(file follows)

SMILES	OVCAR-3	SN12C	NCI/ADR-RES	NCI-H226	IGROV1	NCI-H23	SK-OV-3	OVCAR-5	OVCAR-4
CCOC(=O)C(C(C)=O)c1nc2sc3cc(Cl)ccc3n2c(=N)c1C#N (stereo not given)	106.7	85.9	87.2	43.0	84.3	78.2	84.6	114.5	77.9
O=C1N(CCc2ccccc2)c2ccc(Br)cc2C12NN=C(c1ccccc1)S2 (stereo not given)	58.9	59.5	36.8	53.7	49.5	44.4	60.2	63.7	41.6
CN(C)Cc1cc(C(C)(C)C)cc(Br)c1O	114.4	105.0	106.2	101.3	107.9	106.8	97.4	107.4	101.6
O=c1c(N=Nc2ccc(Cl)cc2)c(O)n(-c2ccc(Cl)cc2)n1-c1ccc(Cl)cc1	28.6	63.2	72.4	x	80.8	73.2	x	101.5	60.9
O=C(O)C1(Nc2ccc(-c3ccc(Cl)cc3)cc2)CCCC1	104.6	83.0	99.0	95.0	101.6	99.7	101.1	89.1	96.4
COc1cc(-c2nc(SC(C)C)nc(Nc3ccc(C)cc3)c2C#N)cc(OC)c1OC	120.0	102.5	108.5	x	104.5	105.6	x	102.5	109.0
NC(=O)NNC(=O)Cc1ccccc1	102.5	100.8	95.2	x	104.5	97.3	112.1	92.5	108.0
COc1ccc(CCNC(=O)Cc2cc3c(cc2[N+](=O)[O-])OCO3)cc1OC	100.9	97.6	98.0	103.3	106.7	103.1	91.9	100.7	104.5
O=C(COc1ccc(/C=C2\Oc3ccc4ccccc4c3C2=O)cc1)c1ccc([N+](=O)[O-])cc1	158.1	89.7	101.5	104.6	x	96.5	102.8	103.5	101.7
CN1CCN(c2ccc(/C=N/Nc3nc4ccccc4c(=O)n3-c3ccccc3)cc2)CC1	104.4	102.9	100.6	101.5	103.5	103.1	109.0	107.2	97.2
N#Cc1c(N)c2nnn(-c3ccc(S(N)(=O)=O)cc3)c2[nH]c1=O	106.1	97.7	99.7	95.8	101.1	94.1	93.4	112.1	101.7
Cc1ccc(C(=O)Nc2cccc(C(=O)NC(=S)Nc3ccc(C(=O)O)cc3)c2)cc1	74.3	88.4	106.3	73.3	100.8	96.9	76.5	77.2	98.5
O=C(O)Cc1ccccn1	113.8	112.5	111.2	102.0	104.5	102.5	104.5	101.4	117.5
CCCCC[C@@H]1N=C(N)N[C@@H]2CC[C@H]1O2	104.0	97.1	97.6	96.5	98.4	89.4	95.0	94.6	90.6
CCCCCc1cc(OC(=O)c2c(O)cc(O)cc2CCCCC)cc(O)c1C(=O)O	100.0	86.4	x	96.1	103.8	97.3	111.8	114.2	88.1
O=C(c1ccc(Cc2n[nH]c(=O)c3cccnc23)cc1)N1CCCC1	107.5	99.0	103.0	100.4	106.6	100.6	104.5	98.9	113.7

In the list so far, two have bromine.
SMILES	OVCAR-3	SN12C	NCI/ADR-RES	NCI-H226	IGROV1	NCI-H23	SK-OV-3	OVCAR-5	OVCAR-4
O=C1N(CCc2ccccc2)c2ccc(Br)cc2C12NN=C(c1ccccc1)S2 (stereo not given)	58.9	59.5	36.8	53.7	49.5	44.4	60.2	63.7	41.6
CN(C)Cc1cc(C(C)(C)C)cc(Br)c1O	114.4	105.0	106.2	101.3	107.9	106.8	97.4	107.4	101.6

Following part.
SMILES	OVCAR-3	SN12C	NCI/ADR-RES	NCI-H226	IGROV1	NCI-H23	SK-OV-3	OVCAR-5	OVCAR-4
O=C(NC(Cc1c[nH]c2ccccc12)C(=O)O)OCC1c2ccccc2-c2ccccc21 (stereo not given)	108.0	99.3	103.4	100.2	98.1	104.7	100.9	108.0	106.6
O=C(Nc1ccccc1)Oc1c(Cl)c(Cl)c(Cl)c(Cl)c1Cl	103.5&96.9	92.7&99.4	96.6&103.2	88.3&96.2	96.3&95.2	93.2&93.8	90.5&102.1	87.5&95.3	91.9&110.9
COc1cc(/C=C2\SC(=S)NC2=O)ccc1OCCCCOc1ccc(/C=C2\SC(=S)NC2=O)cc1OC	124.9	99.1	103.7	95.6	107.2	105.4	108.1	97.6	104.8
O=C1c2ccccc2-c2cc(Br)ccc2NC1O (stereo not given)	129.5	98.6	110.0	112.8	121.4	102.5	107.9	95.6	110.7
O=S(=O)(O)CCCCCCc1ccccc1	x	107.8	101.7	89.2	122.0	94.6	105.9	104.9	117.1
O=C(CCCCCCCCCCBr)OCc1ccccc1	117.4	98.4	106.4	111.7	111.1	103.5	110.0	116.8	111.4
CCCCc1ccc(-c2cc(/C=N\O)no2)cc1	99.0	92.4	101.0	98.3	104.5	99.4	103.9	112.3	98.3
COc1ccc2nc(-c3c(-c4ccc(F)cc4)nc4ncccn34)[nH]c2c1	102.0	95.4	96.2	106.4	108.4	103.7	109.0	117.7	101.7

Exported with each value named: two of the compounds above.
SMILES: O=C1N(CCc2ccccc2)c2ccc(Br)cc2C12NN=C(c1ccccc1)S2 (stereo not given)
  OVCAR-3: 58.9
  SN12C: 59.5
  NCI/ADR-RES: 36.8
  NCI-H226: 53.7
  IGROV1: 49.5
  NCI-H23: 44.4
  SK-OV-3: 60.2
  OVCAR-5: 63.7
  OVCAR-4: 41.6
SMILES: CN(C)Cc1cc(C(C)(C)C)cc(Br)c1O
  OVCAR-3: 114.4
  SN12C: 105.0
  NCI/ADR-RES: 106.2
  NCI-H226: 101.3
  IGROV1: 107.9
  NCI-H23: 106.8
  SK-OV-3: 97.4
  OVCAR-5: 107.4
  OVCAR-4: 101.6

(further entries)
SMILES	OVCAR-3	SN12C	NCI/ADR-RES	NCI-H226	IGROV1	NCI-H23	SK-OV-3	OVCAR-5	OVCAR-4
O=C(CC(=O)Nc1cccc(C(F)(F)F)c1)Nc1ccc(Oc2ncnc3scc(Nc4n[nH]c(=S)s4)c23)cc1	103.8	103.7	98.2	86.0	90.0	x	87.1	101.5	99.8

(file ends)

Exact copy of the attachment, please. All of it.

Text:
SMILES	OVCAR-3	SN12C	NCI/ADR-RES	NCI-H226	IGROV1	NCI-H23	SK-OV-3	OVCAR-5	OVCAR-4
CCOC(=O)C(C(C)=O)c1nc2sc3cc(Cl)ccc3n2c(=N)c1C#N (stereo not given)	106.7	85.9	87.2	43.0	84.3	78.2	84.6	114.5	77.9
O=C1N(CCc2ccccc2)c2ccc(Br)cc2C12NN=C(c1ccccc1)S2 (stereo not given)	58.9	59.5	36.8	53.7	49.5	44.4	60.2	63.7	41.6
CN(C)Cc1cc(C(C)(C)C)cc(Br)c1O	114.4	105.0	106.2	101.3	107.9	106.8	97.4	107.4	101.6
O=c1c(N=Nc2ccc(Cl)cc2)c(O)n(-c2ccc(Cl)cc2)n1-c1ccc(Cl)cc1	28.6	63.2	72.4	x	80.8	73.2	x	101.5	60.9
O=C(O)C1(Nc2ccc(-c3ccc(Cl)cc3)cc2)CCCC1	104.6	83.0	99.0	95.0	101.6	99.7	101.1	89.1	96.4
COc1cc(-c2nc(SC(C)C)nc(Nc3ccc(C)cc3)c2C#N)cc(OC)c1OC	120.0	102.5	108.5	x	104.5	105.6	x	102.5	109.0
NC(=O)NNC(=O)Cc1ccccc1	102.5	100.8	95.2	x	104.5	97.3	112.1	92.5	108.0
COc1ccc(CCNC(=O)Cc2cc3c(cc2[N+](=O)[O-])OCO3)cc1OC	100.9	97.6	98.0	103.3	106.7	103.1	91.9	100.7	104.5
O=C(COc1ccc(/C=C2\Oc3ccc4ccccc4c3C2=O)cc1)c1ccc([N+](=O)[O-])cc1	158.1	89.7	101.5	104.6	x	96.5	102.8	103.5	101.7
CN1CCN(c2ccc(/C=N/Nc3nc4ccccc4c(=O)n3-c3ccccc3)cc2)CC1	104.4	102.9	100.6	101.5	103.5	103.1	109.0	107.2	97.2
N#Cc1c(N)c2nnn(-c3ccc(S(N)(=O)=O)cc3)c2[nH]c1=O	106.1	97.7	99.7	95.8	101.1	94.1	93.4	112.1	101.7
Cc1ccc(C(=O)Nc2cccc(C(=O)NC(=S)Nc3ccc(C(=O)O)cc3)c2)cc1	74.3	88.4	106.3	73.3	100.8	96.9	76.5	77.2	98.5
O=C(O)Cc1ccccn1	113.8	112.5	111.2	102.0	104.5	102.5	104.5	101.4	117.5
CCCCC[C@@H]1N=C(N)N[C@@H]2CC[C@H]1O2	104.0	97.1	97.6	96.5	98.4	89.4	95.0	94.6	90.6
CCCCCc1cc(OC(=O)c2c(O)cc(O)cc2CCCCC)cc(O)c1C(=O)O	100.0	86.4	x	96.1	103.8	97.3	111.8	114.2	88.1
O=C(c1ccc(Cc2n[nH]c(=O)c3cccnc23)cc1)N1CCCC1	107.5	99.0	103.0	100.4	106.6	100.6	104.5	98.9	113.7

In the list so far, two have bromine.
SMILES	OVCAR-3	SN12C	NCI/ADR-RES	NCI-H226	IGROV1	NCI-H23	SK-OV-3	OVCAR-5	OVCAR-4
O=C1N(CCc2ccccc2)c2ccc(Br)cc2C12NN=C(c1ccccc1)S2 (stereo not given)	58.9	59.5	36.8	53.7	49.5	44.4	60.2	63.7	41.6
CN(C)Cc1cc(C(C)(C)C)cc(Br)c1O	114.4	105.0	106.2	101.3	107.9	106.8	97.4	107.4	101.6

Following part.
SMILES	OVCAR-3	SN12C	NCI/ADR-RES	NCI-H226	IGROV1	NCI-H23	SK-OV-3	OVCAR-5	OVCAR-4
O=C(NC(Cc1c[nH]c2ccccc12)C(=O)O)OCC1c2ccccc2-c2ccccc21 (stereo not given)	108.0	99.3	103.4	100.2	98.1	104.7	100.9	108.0	106.6
O=C(Nc1ccccc1)Oc1c(Cl)c(Cl)c(Cl)c(Cl)c1Cl	103.5&96.9	92.7&99.4	96.6&103.2	88.3&96.2	96.3&95.2	93.2&93.8	90.5&102.1	87.5&95.3	91.9&110.9
COc1cc(/C=C2\SC(=S)NC2=O)ccc1OCCCCOc1ccc(/C=C2\SC(=S)NC2=O)cc1OC	124.9	99.1	103.7	95.6	107.2	105.4	108.1	97.6	104.8
O=C1c2ccccc2-c2cc(Br)ccc2NC1O (stereo not given)	129.5	98.6	110.0	112.8	121.4	102.5	107.9	95.6	110.7
O=S(=O)(O)CCCCCCc1ccccc1	x	107.8	101.7	89.2	122.0	94.6	105.9	104.9	117.1
O=C(CCCCCCCCCCBr)OCc1ccccc1	117.4	98.4	106.4	111.7	111.1	103.5	110.0	116.8	111.4
CCCCc1ccc(-c2cc(/C=N\O)no2)cc1	99.0	92.4	101.0	98.3	104.5	99.4	103.9	112.3	98.3
COc1ccc2nc(-c3c(-c4ccc(F)cc4)nc4ncccn34)[nH]c2c1	102.0	95.4	96.2	106.4	108.4	103.7	109.0	117.7	101.7

Exported with each value named: two of the compounds above.
SMILES: O=C1N(CCc2ccccc2)c2ccc(Br)cc2C12NN=C(c1ccccc1)S2 (stereo not given)
  OVCAR-3: 58.9
  SN12C: 59.5
  NCI/ADR-RES: 36.8
  NCI-H226: 53.7
  IGROV1: 49.5
  NCI-H23: 44.4
  SK-OV-3: 60.2
  OVCAR-5: 63.7
  OVCAR-4: 41.6
SMILES: CN(C)Cc1cc(C(C)(C)C)cc(Br)c1O
  OVCAR-3: 114.4
  SN12C: 105.0
  NCI/ADR-RES: 106.2
  NCI-H226: 101.3
  IGROV1: 107.9
  NCI-H23: 106.8
  SK-OV-3: 97.4
  OVCAR-5: 107.4
  OVCAR-4: 101.6

(further entries)
SMILES	OVCAR-3	SN12C	NCI/ADR-RES	NCI-H226	IGROV1	NCI-H23	SK-OV-3	OVCAR-5	OVCAR-4
O=C(CC(=O)Nc1cccc(C(F)(F)F)c1)Nc1ccc(Oc2ncnc3scc(Nc4n[nH]c(=S)s4)c23)cc1	103.8	103.7	98.2	86.0	90.0	x	87.1	101.5	99.8